I used to prefer aisle seats because I felt they gave me more freedom compared to the window. I could get up whenever I wanted. No need to ” disturb” anyone. Now my attitude is WTF. I’m not going to suffer to avoid inconveniencing the ahole on the aisle with the laptop and assorted other devices. If I gotta go, I go. Anyone sitting in an aisle seat needs to accept that or don’t sit there.

  14. concur 100% with Gary for the reasons stated. I will even take an E+ aisle towards the front rather than exit row so I can get off the plane sooner. Also many airlines tend to run out of food/bev choices before they reach the tail, so always better to be close to front of plane.

  15. I used to be an aisle person but got tired of taking backpacks to the face, drink carts to the shoulder and everyone in the row behind me pushing down on my seat to get into the aisle. Now I am a firm window seat person.

  16. Great post. As a passenger, I also choose the aisle seat since it is the safest place to be and also because I have claustrophobic tendencies. The only annoying thing about aisle seats are the passengers who keep on strutting here and there.

  17. The aisle seat is overrated. The extra room is imaginary and doesn’t really exist. Try sticking your elbow out into the aisle even one inch and see what happens the first time the flight attendant bangs into it. And where is this extra leg room that people sometimes speak of? Are they placing their foot in the aisle? Yeah, right. That’s not happening. All three seats have the same leg room depth. Depending on the aircraft, the middle seat actually has the most legroom width. On a Boeing 737, for instance, the support legs for the seats are staggered so that the middle seat and window seat both have the most legroom width. The aisle seat has about 2 inches less legroom width. However, because of the curve of the fuselage, the window seat’s legroom gets encroached upon a little bit. Winner: middle seat. I think it’s just human nature that makes us initially go for the aisle seat that has a big space next to us, even though we can’t use any of it. Yes, there’s something to be said about not brushing both shoulders against your neighbor. But as far as legroom goes, the aisle seat is oftentimes the loser.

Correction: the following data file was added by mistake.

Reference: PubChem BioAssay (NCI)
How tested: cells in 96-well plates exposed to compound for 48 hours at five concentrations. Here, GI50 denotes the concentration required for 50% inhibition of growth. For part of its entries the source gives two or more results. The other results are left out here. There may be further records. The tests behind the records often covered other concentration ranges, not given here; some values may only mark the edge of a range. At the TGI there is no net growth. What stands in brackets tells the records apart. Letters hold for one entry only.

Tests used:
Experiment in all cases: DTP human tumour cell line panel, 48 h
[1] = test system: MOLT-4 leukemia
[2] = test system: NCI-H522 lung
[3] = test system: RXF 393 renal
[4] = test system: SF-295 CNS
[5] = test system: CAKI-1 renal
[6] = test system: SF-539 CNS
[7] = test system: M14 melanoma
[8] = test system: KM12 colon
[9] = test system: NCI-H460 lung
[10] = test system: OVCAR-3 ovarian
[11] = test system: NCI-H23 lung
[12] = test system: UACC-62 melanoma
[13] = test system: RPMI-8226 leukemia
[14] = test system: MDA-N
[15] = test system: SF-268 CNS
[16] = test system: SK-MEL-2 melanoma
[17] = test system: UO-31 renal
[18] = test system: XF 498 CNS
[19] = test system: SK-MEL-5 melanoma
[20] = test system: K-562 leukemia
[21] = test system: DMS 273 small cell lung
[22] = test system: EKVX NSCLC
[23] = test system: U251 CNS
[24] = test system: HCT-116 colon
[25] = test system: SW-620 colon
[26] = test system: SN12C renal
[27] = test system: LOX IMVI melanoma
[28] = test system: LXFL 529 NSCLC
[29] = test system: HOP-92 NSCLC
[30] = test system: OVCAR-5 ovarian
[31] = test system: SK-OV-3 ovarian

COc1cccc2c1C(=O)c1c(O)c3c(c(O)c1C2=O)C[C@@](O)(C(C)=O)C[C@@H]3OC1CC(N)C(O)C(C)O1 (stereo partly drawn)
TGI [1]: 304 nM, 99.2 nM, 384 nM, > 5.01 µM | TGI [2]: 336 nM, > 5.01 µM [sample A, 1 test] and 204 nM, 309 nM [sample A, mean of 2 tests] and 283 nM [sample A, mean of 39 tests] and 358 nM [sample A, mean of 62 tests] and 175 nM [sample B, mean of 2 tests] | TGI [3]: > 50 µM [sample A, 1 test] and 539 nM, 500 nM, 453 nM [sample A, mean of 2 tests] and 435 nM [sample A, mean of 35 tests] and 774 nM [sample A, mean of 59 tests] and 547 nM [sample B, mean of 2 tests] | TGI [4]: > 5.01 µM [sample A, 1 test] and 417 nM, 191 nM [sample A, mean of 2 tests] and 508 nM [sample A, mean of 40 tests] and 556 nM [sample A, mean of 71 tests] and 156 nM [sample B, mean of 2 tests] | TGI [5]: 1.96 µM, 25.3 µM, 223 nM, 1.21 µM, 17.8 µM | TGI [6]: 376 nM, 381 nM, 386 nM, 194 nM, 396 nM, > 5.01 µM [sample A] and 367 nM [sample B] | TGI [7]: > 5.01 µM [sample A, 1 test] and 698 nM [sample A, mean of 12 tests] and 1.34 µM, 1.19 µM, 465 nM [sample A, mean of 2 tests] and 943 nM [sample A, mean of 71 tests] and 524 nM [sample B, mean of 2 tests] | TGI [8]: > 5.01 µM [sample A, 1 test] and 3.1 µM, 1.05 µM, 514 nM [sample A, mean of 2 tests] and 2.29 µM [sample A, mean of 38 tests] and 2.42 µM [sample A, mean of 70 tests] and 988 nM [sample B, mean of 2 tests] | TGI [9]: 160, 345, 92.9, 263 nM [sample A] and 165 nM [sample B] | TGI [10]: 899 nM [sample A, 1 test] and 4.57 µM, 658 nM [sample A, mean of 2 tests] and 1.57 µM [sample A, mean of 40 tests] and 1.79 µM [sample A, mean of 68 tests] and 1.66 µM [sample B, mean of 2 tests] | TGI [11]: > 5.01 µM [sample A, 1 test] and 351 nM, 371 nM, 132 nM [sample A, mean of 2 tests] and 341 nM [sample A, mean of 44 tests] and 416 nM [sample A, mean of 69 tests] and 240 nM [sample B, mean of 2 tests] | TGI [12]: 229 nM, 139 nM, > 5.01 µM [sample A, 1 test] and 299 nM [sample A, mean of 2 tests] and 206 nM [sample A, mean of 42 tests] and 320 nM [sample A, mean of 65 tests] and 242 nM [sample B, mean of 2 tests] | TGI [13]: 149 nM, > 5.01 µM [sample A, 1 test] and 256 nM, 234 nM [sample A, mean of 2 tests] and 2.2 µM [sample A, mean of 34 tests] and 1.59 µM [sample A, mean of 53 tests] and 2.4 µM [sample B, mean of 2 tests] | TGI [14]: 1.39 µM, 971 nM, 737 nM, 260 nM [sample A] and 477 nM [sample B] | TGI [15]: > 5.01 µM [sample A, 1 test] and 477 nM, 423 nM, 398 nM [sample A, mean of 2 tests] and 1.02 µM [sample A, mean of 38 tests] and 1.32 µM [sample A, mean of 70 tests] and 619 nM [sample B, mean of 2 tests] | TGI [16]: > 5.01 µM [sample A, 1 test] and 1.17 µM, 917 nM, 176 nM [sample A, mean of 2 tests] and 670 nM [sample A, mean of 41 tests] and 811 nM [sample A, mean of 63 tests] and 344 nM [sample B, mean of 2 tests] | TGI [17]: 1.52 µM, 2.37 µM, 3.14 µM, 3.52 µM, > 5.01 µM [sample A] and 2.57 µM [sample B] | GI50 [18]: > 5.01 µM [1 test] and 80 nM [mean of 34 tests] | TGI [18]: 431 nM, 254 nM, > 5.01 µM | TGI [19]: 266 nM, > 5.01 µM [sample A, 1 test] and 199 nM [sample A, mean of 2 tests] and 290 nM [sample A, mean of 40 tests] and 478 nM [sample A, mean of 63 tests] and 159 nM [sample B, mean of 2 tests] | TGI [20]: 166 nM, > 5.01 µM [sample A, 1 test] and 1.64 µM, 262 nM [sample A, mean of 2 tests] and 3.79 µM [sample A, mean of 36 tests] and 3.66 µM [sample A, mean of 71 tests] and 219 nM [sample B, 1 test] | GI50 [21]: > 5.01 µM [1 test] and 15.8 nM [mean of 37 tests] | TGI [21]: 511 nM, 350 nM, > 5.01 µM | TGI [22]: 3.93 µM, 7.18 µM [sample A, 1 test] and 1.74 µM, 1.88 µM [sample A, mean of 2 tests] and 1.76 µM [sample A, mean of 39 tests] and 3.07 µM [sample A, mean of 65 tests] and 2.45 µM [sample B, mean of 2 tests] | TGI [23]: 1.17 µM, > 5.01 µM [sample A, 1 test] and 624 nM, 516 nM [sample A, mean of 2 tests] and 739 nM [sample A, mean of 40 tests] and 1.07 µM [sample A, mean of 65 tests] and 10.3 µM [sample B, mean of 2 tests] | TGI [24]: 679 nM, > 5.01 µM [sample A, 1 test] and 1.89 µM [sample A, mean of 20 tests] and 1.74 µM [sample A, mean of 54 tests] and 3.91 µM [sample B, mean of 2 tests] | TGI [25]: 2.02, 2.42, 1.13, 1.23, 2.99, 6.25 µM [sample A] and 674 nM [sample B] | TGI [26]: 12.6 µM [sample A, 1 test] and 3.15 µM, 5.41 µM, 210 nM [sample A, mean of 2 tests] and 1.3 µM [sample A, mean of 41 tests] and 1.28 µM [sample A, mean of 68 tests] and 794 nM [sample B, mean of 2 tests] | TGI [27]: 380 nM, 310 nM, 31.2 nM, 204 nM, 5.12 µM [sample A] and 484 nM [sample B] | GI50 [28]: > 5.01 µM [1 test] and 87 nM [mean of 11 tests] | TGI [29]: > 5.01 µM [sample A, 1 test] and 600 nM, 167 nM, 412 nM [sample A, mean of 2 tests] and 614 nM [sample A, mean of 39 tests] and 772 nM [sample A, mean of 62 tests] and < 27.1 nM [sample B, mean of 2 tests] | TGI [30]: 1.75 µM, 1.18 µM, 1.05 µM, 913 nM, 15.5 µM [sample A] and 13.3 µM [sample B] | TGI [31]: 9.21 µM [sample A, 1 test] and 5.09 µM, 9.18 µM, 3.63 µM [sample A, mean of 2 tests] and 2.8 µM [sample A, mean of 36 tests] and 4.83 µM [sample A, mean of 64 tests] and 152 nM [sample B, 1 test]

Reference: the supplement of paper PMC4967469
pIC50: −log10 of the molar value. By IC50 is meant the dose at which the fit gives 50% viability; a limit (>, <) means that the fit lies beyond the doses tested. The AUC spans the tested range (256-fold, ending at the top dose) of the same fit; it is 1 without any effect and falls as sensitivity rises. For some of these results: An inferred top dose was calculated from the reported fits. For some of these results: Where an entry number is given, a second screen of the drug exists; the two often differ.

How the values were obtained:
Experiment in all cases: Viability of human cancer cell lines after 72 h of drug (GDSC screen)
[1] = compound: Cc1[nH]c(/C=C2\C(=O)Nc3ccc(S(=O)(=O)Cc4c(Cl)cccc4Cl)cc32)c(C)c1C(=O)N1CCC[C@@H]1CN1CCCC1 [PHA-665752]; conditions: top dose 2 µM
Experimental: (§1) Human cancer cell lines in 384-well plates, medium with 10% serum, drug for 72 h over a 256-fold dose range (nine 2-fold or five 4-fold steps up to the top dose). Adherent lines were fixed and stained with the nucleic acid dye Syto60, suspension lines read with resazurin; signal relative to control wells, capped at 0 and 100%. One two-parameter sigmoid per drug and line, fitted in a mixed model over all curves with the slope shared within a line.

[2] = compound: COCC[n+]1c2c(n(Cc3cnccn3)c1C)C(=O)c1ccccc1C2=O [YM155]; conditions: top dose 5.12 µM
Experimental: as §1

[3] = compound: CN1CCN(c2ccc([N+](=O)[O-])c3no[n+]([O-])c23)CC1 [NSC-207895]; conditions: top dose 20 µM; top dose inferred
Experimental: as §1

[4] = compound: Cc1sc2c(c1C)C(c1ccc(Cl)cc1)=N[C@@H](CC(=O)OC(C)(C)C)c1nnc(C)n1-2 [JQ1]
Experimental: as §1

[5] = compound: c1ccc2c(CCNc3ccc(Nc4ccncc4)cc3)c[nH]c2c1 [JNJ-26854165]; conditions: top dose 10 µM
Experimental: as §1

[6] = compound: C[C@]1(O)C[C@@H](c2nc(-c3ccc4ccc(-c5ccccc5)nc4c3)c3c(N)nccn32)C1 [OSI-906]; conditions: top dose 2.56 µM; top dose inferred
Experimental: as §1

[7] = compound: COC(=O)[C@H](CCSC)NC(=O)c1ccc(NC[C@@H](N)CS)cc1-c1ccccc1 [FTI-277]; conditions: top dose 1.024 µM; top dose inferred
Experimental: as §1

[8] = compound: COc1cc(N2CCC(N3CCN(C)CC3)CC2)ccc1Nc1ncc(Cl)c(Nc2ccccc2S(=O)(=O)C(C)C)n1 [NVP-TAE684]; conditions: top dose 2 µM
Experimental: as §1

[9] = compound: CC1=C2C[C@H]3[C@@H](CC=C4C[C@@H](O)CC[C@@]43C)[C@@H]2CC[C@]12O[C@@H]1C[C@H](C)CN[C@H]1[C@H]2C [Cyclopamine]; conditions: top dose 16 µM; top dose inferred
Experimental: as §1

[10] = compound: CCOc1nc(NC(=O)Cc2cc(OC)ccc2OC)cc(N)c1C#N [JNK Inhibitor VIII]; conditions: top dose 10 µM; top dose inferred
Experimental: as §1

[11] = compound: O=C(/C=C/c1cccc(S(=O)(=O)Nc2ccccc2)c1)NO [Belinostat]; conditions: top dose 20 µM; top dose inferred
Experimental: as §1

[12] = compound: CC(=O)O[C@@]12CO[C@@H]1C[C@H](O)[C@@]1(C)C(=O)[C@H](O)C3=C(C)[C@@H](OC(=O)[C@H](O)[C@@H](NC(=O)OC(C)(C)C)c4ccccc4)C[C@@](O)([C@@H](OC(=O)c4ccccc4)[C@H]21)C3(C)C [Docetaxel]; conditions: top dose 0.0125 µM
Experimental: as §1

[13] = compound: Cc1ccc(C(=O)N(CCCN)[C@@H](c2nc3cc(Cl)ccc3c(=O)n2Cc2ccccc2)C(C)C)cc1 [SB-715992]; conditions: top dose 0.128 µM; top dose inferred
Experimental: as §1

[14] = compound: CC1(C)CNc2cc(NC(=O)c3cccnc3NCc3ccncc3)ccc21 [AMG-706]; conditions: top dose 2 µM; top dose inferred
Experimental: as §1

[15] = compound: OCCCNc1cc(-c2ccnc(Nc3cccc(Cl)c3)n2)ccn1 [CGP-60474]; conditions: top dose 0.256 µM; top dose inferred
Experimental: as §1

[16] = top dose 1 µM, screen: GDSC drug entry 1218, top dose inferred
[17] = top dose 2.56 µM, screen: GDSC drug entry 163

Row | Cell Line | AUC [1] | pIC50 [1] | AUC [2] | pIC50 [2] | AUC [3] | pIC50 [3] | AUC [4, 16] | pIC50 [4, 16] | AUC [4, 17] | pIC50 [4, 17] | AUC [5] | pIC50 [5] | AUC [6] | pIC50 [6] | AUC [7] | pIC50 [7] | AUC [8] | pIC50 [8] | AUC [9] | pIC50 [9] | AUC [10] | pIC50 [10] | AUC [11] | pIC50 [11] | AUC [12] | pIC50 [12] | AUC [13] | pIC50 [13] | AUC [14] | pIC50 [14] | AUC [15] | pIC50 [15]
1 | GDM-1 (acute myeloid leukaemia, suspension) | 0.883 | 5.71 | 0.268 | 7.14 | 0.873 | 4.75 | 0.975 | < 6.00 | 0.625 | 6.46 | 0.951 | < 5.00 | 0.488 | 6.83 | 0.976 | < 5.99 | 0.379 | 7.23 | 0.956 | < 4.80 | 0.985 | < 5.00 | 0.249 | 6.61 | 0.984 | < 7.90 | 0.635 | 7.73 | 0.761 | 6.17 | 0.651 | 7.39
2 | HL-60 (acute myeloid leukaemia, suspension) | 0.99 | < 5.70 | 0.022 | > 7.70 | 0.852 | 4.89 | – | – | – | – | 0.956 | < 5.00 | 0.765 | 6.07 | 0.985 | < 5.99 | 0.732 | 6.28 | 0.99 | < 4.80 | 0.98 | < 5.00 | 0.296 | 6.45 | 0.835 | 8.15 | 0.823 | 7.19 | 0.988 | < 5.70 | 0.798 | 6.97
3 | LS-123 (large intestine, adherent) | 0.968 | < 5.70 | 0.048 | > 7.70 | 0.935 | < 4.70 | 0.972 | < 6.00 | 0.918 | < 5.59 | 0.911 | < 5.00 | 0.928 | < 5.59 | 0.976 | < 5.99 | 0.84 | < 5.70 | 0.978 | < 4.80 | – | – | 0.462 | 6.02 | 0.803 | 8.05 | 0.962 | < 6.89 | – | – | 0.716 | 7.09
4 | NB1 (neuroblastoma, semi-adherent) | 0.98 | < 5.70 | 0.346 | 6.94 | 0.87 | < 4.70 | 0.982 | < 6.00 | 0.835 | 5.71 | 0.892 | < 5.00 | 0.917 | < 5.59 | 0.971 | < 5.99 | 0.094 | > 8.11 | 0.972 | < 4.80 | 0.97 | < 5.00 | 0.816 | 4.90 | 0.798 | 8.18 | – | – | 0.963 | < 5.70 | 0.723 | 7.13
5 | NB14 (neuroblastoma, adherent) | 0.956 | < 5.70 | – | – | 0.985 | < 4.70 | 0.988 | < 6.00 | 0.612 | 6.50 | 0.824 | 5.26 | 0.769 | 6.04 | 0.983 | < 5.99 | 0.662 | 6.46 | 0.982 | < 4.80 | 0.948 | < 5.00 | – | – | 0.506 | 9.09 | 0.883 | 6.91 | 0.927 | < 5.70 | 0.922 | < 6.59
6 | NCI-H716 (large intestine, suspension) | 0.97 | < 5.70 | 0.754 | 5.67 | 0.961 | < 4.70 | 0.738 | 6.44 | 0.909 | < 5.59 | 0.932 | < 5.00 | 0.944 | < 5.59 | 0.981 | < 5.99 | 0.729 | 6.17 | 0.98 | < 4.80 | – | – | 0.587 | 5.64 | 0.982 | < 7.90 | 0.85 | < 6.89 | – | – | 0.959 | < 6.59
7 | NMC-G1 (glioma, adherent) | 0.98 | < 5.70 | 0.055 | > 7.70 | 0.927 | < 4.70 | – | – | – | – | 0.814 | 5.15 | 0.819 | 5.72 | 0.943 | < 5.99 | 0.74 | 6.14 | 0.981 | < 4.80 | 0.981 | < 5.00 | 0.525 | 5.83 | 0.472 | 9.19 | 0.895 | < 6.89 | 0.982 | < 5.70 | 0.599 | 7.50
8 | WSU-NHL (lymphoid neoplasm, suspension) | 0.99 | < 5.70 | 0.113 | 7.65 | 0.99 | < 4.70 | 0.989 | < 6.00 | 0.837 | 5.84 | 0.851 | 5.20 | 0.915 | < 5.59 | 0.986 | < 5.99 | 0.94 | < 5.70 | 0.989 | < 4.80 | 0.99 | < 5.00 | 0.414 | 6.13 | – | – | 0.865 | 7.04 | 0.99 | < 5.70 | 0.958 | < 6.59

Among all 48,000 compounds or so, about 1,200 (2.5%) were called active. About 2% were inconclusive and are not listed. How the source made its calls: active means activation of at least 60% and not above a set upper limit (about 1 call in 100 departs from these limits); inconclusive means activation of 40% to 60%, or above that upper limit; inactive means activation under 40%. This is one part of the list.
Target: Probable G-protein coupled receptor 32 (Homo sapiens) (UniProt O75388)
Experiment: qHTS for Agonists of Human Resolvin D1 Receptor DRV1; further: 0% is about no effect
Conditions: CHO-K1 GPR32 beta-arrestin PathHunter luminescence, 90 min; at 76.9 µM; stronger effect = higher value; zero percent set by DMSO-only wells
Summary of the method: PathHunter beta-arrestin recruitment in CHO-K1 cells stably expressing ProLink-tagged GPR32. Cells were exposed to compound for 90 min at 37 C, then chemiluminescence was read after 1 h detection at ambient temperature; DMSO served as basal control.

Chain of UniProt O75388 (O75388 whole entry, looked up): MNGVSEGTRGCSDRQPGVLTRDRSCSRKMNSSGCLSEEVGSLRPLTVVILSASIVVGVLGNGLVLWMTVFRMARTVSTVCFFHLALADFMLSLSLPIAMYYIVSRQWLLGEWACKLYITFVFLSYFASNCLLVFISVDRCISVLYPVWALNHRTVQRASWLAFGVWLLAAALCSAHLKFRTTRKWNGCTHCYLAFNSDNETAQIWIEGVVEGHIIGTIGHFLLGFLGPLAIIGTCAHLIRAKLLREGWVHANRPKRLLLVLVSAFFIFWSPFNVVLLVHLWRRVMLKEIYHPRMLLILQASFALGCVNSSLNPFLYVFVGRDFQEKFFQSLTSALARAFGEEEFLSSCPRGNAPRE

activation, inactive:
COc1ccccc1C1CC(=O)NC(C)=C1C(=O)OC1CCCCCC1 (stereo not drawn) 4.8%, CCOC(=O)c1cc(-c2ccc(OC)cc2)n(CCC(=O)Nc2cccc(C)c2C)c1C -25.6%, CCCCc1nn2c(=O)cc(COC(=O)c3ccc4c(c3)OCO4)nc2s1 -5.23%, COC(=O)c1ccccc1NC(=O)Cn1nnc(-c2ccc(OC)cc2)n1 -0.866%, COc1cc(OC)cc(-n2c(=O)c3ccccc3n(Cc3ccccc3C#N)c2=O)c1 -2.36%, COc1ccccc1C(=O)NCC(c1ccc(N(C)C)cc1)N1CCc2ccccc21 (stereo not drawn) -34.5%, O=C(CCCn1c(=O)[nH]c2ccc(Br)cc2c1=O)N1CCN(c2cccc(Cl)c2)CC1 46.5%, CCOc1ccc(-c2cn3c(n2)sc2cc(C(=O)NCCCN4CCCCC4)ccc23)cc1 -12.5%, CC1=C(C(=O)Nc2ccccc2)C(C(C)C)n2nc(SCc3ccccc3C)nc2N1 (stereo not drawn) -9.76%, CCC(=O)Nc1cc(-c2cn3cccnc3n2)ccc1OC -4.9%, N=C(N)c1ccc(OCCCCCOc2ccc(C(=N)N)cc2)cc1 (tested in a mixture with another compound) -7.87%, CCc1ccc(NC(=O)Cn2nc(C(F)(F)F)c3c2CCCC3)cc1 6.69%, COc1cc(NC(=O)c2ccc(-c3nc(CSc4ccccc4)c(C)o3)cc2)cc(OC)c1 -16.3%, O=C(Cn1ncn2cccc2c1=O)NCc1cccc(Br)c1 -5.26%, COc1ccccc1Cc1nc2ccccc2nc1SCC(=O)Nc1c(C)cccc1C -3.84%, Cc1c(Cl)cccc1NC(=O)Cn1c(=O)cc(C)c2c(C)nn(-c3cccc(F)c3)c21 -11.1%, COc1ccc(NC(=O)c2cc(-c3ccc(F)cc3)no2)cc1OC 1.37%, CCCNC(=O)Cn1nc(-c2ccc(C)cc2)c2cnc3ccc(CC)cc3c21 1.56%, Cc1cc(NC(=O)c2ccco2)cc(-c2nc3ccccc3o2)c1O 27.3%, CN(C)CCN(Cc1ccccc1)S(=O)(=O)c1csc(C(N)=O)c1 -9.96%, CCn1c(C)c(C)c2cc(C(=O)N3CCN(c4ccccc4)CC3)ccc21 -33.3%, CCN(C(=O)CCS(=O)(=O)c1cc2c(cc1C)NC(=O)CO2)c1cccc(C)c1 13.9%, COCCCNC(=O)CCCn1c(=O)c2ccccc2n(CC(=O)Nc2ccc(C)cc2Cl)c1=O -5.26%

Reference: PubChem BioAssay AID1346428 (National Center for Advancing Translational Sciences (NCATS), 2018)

18. LOL. For every article that says aisle is better there’s one that says window is better. It all depends on your individual needs. Here are the needs (trying to order in significance.)

    1. A companion traveler is sitting in the aisle across (they prefer aisle or you are a family of 4+ and your kid/spouse is in the aisle across.
    2. You go to the bathroom a lot, or like to get up a lot to stretch your legs.
    3. You’re claustrophobic and so the window makes you uneasy.

    That’s it. There’s no other significant reason. Including these:

    1. More room. Not if carts, people, attendants are constantly going up and down the aisle.
    2. Quicker off the plane. This is a placebo effect mainly attractive to ADD/Anxious personalities. Usually there are plenty of people getting off in front of you. This is like tailgating cars in heavy traffic. You can only go as fast as the people in front of you. The 30 seconds you save from being in the Window is not signficcant.
    3. Access to overhead bin. Realistically you are not going to be going into the overhead bin multiple time in a flight. Just look around. How many people on a flight do you see going into the bin more than once. Very very few, if any.

    The main downside of the aisle is having to get up if either of the other two passengers need to get up, so forget about guaranteed undisturbed sleep on a long flight.

    The advantages of the window seat,

    1. You can sleep and not worry about having to get up.
    2. If you need to work on a laptop, you don’t have to close your laptop and get up if the other two passengers need to get up.
    3. You can use the side of the plane to lean up against when you dose off.
    4. You can see out the windows! (not an advantage on night flights.)
    5. You only have a passenger on one side of you that can encroach on your space/armest.

    My contention is that for most people, in most situations, the window will be better.